This study determined that just slightly more than 1 in 4 of their subjects admitted to having raped a woman, with 15% of subjects admitting to rape having perpetrated multiple rapes against women and 10% having perpetrated against a man. Once again, it is only reasonable for someone in my position (assigned female at birth and socially read as female most of the time) to suspect that if 1 in 4 women experience a sexual assault or rape at some point in their lifetime, then it is up to 1 in 4 men who are perpetrating those attacks. That’s just perspective on male privilege — not “bad math”, as was asserted when it seemed I had offended the whole of the male gender by making this suggestion.
The study (which framed questions for its subjects without using the word rape) determined that compared to men who had perpetrated rape, men who had not raped frequently had more positive subjective reports about their relationships to their parents during childhood, had more positive experiences among their peers during childhood, held more positive attitudes towards women overall, were nearly three times less often themselves a victim of rape at some time earlier in their life, and yet, also had less education and were more often raised by mothers with less education. Men who had not raped frequently showed higher levels of empathy, more equitable beliefs about gender, were less frequently involved at any time in their life with a gang or criminal activity, and held a more stable (less hierarchical) sense of masculinity (i.e., not dependent on specific achievements or success, which seems to be at the root of masculinity as experienced by men who have raped, who identify themselves as victims of being systematically short-changed).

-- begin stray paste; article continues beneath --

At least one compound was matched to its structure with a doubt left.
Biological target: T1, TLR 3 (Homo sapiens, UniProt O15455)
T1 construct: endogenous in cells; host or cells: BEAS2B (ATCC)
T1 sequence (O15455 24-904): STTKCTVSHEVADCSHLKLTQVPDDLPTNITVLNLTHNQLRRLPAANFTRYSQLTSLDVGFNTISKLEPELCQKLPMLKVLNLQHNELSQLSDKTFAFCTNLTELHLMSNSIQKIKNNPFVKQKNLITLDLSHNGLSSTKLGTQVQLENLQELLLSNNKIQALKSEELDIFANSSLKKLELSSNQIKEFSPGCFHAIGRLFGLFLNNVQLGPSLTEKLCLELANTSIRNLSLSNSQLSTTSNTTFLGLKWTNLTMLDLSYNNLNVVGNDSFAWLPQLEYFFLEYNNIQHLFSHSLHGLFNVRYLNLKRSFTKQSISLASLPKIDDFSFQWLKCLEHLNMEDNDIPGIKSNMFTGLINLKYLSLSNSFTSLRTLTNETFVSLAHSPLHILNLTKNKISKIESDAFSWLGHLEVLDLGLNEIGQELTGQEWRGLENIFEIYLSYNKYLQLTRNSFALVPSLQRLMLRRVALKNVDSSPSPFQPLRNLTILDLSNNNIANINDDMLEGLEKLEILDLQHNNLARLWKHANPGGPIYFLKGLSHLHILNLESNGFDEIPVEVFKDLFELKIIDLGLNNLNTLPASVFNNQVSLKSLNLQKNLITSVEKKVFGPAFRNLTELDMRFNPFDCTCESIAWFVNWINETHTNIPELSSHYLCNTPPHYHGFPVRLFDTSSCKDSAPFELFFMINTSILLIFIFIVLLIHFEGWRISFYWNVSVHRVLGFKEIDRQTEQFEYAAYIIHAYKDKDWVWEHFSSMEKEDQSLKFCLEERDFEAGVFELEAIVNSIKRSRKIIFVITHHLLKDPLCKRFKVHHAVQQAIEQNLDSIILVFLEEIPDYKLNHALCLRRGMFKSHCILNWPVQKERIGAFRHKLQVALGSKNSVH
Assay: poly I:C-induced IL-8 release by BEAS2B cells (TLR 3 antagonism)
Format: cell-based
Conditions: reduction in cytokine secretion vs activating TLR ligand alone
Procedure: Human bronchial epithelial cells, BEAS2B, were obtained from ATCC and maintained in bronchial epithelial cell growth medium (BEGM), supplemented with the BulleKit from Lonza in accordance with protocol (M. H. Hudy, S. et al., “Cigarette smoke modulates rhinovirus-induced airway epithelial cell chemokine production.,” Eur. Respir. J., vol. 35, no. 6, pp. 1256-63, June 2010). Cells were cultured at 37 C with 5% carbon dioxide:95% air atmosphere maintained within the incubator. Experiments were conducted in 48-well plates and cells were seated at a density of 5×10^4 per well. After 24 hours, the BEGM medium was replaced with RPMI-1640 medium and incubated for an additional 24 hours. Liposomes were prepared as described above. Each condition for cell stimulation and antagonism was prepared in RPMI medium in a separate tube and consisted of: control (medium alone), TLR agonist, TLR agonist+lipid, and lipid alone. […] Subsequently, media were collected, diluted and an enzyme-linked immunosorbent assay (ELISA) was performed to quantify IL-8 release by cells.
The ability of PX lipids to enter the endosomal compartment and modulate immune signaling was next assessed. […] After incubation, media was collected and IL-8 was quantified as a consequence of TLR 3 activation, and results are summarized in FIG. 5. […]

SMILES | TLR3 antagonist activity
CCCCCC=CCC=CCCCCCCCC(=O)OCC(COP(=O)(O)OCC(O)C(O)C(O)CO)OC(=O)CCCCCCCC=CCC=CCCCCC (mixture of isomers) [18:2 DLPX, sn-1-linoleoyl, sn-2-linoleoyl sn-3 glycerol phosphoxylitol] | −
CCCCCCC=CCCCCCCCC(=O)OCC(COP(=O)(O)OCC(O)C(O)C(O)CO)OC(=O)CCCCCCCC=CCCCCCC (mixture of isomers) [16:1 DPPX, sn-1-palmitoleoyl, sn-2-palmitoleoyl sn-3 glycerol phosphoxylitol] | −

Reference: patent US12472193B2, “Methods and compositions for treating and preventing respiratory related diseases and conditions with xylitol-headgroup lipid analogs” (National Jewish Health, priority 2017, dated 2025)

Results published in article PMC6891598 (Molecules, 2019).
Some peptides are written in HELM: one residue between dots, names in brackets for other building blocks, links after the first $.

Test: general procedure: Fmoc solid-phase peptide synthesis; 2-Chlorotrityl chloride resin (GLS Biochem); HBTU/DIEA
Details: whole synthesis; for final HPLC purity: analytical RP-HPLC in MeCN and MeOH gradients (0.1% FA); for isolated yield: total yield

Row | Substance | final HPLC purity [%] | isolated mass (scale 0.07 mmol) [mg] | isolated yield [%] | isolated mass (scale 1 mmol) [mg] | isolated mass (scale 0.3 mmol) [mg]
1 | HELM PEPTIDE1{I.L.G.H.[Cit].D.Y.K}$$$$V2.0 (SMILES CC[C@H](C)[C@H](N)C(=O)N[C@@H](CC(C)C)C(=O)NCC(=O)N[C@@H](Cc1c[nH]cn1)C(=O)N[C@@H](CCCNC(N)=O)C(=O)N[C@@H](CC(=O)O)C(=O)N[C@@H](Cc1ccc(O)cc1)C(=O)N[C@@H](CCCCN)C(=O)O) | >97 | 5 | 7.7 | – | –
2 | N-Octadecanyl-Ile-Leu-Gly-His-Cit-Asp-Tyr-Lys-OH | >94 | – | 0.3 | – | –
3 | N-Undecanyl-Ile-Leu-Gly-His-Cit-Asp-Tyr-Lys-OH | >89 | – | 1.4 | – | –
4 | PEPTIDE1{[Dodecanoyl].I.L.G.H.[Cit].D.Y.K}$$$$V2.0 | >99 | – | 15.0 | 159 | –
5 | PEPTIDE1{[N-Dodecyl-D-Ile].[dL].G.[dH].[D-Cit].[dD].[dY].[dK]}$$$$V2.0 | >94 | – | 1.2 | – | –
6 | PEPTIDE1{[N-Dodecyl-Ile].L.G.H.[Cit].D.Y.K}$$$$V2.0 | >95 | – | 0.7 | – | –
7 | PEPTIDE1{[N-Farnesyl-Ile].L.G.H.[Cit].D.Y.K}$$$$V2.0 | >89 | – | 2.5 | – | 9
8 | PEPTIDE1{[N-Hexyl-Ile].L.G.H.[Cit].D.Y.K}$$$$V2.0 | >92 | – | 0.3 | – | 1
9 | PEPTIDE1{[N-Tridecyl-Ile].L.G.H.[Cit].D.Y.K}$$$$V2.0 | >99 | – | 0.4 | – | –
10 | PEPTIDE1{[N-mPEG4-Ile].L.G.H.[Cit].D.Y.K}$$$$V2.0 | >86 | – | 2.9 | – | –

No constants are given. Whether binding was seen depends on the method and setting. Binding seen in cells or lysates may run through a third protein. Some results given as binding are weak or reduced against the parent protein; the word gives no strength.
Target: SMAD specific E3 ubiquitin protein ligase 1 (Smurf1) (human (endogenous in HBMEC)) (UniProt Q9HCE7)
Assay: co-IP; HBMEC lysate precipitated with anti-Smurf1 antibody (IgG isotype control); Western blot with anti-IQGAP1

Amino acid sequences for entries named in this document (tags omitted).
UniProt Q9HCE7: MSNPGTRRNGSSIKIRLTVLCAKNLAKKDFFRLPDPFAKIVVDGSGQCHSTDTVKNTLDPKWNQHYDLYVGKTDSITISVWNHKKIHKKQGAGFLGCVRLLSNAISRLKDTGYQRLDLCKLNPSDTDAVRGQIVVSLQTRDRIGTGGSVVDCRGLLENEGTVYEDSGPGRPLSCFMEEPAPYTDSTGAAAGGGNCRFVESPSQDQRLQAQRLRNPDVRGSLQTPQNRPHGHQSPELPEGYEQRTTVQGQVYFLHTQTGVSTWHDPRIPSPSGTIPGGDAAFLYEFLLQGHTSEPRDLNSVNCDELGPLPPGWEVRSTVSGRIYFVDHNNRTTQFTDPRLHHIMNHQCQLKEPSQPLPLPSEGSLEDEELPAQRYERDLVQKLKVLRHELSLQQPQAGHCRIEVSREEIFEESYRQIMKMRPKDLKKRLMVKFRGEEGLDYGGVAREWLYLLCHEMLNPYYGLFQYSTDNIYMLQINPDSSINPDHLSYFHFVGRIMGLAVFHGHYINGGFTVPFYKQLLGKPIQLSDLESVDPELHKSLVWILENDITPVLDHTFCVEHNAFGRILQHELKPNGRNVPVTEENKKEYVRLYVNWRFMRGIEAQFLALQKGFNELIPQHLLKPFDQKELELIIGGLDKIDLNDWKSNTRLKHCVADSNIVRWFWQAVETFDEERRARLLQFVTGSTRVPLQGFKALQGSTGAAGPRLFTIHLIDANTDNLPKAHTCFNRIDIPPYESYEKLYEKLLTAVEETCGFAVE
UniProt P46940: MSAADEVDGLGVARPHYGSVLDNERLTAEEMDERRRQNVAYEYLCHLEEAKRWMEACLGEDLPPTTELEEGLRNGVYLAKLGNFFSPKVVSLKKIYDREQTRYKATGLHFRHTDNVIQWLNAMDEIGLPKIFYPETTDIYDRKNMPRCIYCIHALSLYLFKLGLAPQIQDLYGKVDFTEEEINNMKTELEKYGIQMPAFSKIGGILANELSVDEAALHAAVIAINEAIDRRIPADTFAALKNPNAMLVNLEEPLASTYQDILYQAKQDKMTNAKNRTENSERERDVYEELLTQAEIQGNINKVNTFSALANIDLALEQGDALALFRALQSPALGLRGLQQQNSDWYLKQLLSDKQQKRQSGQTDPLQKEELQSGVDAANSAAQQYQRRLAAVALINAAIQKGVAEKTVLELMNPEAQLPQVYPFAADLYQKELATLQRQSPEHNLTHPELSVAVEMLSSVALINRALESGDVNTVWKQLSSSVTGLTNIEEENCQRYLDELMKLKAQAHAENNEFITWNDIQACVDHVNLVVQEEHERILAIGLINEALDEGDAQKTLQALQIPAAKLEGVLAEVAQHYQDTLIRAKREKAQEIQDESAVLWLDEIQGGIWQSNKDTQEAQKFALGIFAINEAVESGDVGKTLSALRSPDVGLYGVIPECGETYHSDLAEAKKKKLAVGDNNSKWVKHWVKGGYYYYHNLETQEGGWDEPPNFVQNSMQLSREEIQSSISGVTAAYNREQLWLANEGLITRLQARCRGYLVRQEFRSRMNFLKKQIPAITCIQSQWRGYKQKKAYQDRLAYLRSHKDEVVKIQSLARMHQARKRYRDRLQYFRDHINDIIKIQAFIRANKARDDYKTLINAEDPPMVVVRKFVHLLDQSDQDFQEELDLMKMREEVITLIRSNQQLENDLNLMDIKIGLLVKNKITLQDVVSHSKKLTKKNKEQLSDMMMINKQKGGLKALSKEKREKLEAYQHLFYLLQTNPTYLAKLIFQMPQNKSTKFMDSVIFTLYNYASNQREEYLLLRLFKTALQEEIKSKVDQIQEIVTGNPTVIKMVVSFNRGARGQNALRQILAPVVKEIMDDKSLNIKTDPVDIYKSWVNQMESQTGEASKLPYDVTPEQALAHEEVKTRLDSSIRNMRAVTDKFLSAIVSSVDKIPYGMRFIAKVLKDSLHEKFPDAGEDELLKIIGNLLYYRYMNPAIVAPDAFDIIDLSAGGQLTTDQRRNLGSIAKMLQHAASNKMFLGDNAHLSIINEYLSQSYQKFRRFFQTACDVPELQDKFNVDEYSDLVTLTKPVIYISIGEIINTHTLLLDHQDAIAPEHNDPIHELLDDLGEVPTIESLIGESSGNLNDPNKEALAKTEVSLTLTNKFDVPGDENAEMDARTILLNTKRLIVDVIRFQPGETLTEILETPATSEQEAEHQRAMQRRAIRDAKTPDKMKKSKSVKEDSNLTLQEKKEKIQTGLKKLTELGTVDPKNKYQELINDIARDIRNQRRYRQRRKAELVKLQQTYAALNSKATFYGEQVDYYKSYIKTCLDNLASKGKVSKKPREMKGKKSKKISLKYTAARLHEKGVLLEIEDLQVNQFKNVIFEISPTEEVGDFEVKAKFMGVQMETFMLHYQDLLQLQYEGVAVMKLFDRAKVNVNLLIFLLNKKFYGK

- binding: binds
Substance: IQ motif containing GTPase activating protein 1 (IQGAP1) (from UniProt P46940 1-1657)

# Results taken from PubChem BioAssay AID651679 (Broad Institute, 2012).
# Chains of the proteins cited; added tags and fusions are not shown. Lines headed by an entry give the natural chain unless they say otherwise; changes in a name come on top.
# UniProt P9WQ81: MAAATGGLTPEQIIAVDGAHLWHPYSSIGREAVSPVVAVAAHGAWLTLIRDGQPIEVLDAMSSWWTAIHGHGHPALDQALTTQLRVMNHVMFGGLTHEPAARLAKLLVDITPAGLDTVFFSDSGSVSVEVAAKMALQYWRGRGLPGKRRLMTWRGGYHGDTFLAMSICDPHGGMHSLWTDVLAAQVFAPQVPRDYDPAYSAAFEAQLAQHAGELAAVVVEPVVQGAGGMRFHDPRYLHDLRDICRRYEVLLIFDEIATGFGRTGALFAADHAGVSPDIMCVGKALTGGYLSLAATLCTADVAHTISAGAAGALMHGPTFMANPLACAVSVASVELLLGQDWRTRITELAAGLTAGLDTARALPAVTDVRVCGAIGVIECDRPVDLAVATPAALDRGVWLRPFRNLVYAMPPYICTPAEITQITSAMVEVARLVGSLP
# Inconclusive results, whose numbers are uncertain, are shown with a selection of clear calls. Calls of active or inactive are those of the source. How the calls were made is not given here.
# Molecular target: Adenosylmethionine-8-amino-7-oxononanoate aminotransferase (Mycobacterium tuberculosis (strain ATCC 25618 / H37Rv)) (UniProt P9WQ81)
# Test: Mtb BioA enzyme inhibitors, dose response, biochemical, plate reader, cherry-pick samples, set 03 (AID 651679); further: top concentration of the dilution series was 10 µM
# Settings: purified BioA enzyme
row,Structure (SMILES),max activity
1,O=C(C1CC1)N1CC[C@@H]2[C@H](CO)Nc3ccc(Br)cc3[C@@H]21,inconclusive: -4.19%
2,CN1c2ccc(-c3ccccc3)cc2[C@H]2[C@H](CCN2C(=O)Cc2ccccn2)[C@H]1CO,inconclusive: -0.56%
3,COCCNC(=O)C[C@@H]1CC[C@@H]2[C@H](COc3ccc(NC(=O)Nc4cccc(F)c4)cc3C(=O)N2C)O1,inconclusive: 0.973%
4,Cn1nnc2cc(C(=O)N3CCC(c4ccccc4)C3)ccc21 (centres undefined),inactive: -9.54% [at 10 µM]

The study suggested a strong correlation between race and rape perpetration, but 85% of the subjects interviewed in this study were described as Black African (as compared to only 2% who were described as White). It would be absolutely absurd to form generalizations about race with this data. The point I’m driving at here is that this study revealed the factors that are most likely to shape the minds of young men into the minds of rapists — and none of those factors are things one can determine just by looking at a man or thinking about where one encountered him (i.e., is it a run-down pub or an upscale bar? It doesn’t matter one way or another). Rather, they are all things that one might hear in his words, if one is paying close enough attention to the content of what he is saying, or if one knows the right questions to ask him. He’s not going to wear a t-shirt or some other blatant indicator that declares his proclivity to rape, and he’s not going to tell you point-blank that he rapes. The results from this South African study are, in many ways, are no different than results from similar studies conducted anywhere else in the world. We can protect ourselves and each other from rape and sexual assault by learning about how to recognize and challenge the red flags, and by continuing to challenge structures of inequality within the dominant culture — starting with looking for sameness, even if it scares us to do so. It’s called horizontal solidarity.